Dear Reader, What follows is an exciting preview-- the first two pages of my in-progress dissertation!
Who can doubt that poetry will revive and lead in a new age, as the star in the constellation Harp, which now flames in our zenith, astronomers announce, shall one day be the polestar for a thousand years? – Emerson, “The American Scholar”
The long way leading to the poetry is itself one that inquires poetically. – Heidegger commenting on Rilke, “What Are Poets For?”
By Way of Introduction
Very simply, poetic inquiry is a process of contemplative truth-seeking followed by creative expression of the truth discovered. This dissertation explores poetic inquiry as a potential avenue of literary education.
Like philosophic and scientific inquiry, poetic inquiry seeks to discover and communicate truth. But while both philosophic and scientific inquiry deploy systematic and rational approaches to their projects and largely emphasize objectivity, poetic inquiry is nonsystematic and intuitive in its approach and emphasizes subjectivity rather than objectivity. In other words, poetic inquiry attends primarily to the existential and subjective dimension of truth.
Expression in poetic inquiry is “creative” in that through the use of poetic strategies it creates for the reader or audience an extra-rational experience of the author-inquirer’s discovered truth (i.e., it does not communicate the discovered truth via rational argument or proof. Somewhat perplexingly and confusingly, there is also a sense in which the actual act of expressing truth via poetic strategies creates such truth or brings it into being – as in the case of an intuition which is at first only dimly realized by the author-inquirer but becomes clear as she articulates it. In this sense we might say that poetic inquiry can not only discover but can also “make” truths. “Making” is of course the original meaning of the Greek word “poiesis” from which our English word “poetry” derives. In the context of poetic inquiry we would say that what poetry “makes” is the experience of extra-rational truth.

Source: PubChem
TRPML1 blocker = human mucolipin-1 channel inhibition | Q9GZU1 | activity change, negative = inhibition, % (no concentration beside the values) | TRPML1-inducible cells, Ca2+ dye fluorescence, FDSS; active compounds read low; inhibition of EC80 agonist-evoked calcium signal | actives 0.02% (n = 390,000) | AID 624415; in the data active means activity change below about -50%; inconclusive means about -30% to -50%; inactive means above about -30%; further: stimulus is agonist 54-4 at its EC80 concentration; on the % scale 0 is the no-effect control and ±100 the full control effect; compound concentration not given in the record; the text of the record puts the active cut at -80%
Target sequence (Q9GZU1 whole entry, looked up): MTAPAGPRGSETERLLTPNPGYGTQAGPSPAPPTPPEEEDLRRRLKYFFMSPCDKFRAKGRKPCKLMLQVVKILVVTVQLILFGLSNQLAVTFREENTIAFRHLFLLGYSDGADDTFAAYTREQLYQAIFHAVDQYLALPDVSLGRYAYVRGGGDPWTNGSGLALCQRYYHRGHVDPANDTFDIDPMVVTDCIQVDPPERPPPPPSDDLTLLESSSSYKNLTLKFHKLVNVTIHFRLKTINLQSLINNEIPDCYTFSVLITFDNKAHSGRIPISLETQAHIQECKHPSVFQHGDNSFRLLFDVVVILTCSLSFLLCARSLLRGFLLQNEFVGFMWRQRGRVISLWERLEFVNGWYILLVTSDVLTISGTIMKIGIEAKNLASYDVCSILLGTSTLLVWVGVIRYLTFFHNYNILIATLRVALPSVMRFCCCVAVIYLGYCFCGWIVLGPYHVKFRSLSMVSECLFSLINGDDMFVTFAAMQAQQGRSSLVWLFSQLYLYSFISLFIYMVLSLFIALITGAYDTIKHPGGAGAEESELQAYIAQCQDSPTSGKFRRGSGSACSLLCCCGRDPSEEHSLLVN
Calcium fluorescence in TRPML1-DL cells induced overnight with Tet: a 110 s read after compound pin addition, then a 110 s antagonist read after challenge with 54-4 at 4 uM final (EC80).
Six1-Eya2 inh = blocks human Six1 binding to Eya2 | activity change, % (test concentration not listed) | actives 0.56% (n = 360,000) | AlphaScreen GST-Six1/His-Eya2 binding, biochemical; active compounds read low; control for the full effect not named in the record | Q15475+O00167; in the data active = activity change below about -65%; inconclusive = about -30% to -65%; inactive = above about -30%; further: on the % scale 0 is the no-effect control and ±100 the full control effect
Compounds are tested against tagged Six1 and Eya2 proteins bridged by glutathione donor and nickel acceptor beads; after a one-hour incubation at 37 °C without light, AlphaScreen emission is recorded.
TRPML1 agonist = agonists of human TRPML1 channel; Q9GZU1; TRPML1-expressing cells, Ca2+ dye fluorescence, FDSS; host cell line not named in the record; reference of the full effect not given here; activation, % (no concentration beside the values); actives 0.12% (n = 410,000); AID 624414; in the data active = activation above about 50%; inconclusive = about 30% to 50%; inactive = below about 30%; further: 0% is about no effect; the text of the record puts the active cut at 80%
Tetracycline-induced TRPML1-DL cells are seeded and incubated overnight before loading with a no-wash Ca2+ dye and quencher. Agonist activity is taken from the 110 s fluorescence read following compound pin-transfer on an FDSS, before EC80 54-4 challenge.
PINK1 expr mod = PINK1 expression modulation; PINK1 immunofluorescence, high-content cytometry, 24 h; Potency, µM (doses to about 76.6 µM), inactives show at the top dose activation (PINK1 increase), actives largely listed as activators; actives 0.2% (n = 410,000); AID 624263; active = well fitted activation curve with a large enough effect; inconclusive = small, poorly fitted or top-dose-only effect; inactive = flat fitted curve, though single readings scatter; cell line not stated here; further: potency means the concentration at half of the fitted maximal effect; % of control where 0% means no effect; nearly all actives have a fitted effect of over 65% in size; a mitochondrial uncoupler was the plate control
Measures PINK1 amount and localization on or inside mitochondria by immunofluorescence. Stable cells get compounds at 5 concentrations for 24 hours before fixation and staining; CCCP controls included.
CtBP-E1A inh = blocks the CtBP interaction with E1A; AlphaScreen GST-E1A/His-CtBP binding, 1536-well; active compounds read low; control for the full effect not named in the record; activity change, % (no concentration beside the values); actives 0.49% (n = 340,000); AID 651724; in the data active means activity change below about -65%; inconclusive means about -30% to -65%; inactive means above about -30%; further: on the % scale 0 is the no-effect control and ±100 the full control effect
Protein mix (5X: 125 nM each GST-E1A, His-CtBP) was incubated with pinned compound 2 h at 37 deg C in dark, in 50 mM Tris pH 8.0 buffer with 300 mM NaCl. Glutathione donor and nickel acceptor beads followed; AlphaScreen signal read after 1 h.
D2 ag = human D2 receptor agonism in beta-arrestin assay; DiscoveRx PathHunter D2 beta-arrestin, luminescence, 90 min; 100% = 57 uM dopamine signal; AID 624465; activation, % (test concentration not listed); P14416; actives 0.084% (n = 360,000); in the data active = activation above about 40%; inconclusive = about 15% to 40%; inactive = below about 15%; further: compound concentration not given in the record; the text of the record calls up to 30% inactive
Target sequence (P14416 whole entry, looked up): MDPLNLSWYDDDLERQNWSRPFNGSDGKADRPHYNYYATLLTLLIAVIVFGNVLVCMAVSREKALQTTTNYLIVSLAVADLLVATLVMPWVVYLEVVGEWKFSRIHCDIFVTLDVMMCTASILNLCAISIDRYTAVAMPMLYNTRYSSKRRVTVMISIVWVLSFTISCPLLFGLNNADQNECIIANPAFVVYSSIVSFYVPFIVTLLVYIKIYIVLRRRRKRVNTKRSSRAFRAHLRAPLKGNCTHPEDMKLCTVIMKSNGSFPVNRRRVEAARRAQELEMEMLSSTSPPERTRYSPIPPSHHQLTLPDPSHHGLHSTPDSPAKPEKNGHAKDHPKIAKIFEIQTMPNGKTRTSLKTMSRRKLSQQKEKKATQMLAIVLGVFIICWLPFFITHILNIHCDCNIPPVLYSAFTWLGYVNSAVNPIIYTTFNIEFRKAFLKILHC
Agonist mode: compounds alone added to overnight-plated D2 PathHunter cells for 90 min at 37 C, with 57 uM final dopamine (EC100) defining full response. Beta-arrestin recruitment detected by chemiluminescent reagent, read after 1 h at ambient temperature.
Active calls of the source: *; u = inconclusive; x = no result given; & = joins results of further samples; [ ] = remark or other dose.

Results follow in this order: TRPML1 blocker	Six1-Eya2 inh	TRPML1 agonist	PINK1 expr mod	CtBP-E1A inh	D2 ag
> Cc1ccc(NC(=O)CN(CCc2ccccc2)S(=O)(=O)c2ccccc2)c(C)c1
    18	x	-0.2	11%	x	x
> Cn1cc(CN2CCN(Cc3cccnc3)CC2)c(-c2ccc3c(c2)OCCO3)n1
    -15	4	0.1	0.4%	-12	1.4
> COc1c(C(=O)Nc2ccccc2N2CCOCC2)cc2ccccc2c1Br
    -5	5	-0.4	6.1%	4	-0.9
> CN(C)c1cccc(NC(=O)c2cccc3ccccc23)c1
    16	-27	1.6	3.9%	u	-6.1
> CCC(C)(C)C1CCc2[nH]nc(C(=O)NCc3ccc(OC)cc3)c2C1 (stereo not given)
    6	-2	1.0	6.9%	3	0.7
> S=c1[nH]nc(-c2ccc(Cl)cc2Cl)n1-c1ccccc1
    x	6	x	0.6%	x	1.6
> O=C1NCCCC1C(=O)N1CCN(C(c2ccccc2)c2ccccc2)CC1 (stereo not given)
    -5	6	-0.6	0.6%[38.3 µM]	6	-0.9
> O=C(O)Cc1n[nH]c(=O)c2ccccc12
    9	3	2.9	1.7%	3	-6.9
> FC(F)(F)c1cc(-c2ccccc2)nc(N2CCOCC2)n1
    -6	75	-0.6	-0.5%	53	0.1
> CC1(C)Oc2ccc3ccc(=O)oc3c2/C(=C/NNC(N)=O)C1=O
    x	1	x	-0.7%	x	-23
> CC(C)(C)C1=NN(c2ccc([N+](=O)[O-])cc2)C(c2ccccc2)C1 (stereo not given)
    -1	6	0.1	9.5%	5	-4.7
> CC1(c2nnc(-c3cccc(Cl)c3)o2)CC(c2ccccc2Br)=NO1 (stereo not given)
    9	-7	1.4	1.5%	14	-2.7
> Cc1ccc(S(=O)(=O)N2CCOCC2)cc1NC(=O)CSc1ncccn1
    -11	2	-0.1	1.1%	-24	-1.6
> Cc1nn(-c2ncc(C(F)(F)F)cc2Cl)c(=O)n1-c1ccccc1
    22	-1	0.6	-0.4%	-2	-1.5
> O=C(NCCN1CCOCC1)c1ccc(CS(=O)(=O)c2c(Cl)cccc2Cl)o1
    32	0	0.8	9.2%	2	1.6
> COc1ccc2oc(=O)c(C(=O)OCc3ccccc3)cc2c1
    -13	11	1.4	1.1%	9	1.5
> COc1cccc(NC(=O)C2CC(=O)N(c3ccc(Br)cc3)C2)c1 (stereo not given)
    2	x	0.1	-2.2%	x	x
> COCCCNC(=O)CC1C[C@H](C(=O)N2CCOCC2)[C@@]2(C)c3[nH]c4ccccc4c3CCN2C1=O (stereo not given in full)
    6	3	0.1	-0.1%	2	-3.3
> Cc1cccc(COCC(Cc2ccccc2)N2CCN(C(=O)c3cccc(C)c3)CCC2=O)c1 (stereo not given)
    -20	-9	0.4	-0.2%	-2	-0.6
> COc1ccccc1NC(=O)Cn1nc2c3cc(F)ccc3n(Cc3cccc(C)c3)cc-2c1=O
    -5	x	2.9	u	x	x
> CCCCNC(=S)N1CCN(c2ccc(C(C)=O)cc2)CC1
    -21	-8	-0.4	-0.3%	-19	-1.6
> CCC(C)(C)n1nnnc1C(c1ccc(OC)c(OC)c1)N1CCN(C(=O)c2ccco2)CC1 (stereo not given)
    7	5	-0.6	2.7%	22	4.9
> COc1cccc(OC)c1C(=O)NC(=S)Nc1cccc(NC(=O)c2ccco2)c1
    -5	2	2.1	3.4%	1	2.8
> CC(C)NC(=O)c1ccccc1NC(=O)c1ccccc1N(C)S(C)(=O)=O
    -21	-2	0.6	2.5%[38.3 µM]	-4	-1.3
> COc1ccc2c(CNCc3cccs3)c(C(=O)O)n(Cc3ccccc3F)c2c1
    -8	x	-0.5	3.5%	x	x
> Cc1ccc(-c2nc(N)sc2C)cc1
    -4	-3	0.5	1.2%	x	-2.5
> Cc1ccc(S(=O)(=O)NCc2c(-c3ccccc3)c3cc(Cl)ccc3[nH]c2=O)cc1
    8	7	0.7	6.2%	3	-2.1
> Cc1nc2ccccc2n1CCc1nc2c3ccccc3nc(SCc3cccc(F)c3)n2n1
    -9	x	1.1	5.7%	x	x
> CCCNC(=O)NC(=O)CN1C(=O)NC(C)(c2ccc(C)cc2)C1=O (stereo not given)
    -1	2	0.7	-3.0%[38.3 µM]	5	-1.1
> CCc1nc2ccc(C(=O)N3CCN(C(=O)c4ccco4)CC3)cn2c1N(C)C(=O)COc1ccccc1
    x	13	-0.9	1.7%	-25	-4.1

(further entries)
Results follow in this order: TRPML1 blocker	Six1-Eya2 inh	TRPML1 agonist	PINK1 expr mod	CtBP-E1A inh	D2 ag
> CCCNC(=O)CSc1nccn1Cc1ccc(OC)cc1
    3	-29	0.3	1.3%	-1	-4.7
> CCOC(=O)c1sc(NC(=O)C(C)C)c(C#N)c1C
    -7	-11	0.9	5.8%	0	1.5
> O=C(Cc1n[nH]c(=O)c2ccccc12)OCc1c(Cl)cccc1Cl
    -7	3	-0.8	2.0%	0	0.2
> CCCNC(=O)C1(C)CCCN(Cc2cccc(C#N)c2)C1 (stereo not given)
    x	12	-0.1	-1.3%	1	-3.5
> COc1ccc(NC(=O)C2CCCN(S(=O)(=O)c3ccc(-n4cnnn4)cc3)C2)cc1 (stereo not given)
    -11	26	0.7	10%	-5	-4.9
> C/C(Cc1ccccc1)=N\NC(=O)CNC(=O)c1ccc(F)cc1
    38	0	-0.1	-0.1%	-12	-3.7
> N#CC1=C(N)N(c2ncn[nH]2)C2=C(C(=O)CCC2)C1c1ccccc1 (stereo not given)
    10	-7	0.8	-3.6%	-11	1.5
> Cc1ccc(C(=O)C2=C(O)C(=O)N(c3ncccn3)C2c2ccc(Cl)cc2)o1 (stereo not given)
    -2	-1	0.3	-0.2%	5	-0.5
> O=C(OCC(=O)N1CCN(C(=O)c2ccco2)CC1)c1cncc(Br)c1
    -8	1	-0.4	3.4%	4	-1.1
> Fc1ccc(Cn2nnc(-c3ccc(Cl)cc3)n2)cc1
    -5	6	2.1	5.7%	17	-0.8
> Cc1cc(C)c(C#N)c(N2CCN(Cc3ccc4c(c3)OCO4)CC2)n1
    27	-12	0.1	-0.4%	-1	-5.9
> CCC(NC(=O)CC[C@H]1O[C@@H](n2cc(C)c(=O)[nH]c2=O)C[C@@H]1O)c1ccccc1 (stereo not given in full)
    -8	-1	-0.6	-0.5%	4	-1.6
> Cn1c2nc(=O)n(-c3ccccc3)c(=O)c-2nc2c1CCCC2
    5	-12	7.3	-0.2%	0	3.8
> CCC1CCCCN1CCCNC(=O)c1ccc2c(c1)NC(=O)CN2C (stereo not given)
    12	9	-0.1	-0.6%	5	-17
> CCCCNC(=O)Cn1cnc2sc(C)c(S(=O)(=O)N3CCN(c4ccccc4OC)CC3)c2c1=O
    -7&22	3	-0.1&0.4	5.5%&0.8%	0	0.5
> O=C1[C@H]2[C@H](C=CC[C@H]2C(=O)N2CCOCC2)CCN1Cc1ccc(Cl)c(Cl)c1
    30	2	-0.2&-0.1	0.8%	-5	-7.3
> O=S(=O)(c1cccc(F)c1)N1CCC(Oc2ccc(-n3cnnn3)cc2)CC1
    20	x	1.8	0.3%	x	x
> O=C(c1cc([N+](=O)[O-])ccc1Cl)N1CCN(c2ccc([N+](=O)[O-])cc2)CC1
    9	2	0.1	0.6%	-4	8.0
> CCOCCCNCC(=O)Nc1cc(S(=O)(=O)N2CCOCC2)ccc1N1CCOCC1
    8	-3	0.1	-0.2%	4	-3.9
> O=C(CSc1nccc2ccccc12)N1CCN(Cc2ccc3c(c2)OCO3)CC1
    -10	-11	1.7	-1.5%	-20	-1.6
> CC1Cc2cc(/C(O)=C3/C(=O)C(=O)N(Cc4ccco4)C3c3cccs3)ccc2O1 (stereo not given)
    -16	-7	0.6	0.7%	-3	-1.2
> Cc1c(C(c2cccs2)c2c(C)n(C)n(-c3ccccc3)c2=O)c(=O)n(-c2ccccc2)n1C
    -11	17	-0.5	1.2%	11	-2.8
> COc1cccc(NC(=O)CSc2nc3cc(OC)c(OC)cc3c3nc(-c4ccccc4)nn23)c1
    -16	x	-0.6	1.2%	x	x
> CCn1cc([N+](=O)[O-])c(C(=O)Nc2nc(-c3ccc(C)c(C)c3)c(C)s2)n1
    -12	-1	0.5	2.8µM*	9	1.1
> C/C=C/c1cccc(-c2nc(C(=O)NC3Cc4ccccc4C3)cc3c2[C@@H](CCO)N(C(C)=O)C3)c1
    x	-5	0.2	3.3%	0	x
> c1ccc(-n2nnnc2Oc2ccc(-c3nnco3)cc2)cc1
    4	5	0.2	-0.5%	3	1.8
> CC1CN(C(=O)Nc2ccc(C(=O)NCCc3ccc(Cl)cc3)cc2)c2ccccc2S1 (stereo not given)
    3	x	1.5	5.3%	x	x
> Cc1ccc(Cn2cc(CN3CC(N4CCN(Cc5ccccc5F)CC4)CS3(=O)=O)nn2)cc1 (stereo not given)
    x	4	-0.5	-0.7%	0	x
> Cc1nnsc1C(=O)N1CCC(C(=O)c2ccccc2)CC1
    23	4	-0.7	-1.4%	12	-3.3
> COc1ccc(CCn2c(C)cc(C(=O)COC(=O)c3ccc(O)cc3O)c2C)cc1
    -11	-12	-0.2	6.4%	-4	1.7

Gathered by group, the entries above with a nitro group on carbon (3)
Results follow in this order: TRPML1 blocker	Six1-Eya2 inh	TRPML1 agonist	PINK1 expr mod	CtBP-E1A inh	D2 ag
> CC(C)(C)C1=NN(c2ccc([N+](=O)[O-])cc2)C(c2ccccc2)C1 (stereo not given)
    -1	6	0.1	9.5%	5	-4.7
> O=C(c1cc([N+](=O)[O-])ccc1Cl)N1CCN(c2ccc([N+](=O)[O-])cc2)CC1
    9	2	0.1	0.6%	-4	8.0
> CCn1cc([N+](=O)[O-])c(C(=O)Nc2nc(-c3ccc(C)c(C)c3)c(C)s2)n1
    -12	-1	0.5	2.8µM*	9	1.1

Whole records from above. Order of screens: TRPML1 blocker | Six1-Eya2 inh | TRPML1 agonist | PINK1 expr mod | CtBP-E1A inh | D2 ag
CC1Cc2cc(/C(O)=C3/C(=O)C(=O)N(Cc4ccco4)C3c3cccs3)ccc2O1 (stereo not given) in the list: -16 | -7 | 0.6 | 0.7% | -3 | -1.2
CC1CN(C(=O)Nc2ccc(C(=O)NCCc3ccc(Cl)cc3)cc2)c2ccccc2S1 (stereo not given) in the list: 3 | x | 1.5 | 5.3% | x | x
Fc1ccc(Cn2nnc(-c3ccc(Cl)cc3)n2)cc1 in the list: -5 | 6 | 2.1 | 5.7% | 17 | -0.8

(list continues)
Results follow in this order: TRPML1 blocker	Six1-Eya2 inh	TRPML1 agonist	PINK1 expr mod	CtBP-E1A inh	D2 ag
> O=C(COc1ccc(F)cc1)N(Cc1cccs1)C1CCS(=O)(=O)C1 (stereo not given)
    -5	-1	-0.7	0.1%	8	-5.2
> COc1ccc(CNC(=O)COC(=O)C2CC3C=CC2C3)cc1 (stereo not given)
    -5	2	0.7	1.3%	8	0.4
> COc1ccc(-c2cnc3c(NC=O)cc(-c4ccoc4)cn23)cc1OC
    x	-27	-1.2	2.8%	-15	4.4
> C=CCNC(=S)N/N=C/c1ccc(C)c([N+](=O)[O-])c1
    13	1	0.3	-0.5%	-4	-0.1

Because poetic inquiry is an essentially intuitive and extra-rational process, it resists being articulated in any systematic way. There are very many fantastic examples of the fruit of poetic inquiry. There are far fewer fantastic explanations of the process. I have attempted to articulate and champion the process of poetic inquiry in this prosaic dissertation form because I have desired to teach it to myself and to others, and because many people (including myself) resist doing something when they cannot understand just why and how it should be done. Thus the following work attempts to reasonably explain the detailed application and essential value of an endeavor which exceeds reason. I have sought to do this rather difficult task because I believe poetic inquiry to be very important work indeed, work which we have perhaps been neglecting for the very reason that it is difficult to rationally or systematically explain and justify.
 There are figures who are hailed as philosophers—Nietzsche, Emerson, and Kierkegaard come prominently to mind—whose work may be said to rely more heavily on poetic strategy (gesture, fiction, drama, trope—see the discussion of these later in this dissertation) than on rational argument and who value existential and subjective truth. I would count these figures as poetic inquirers rather than philosophers.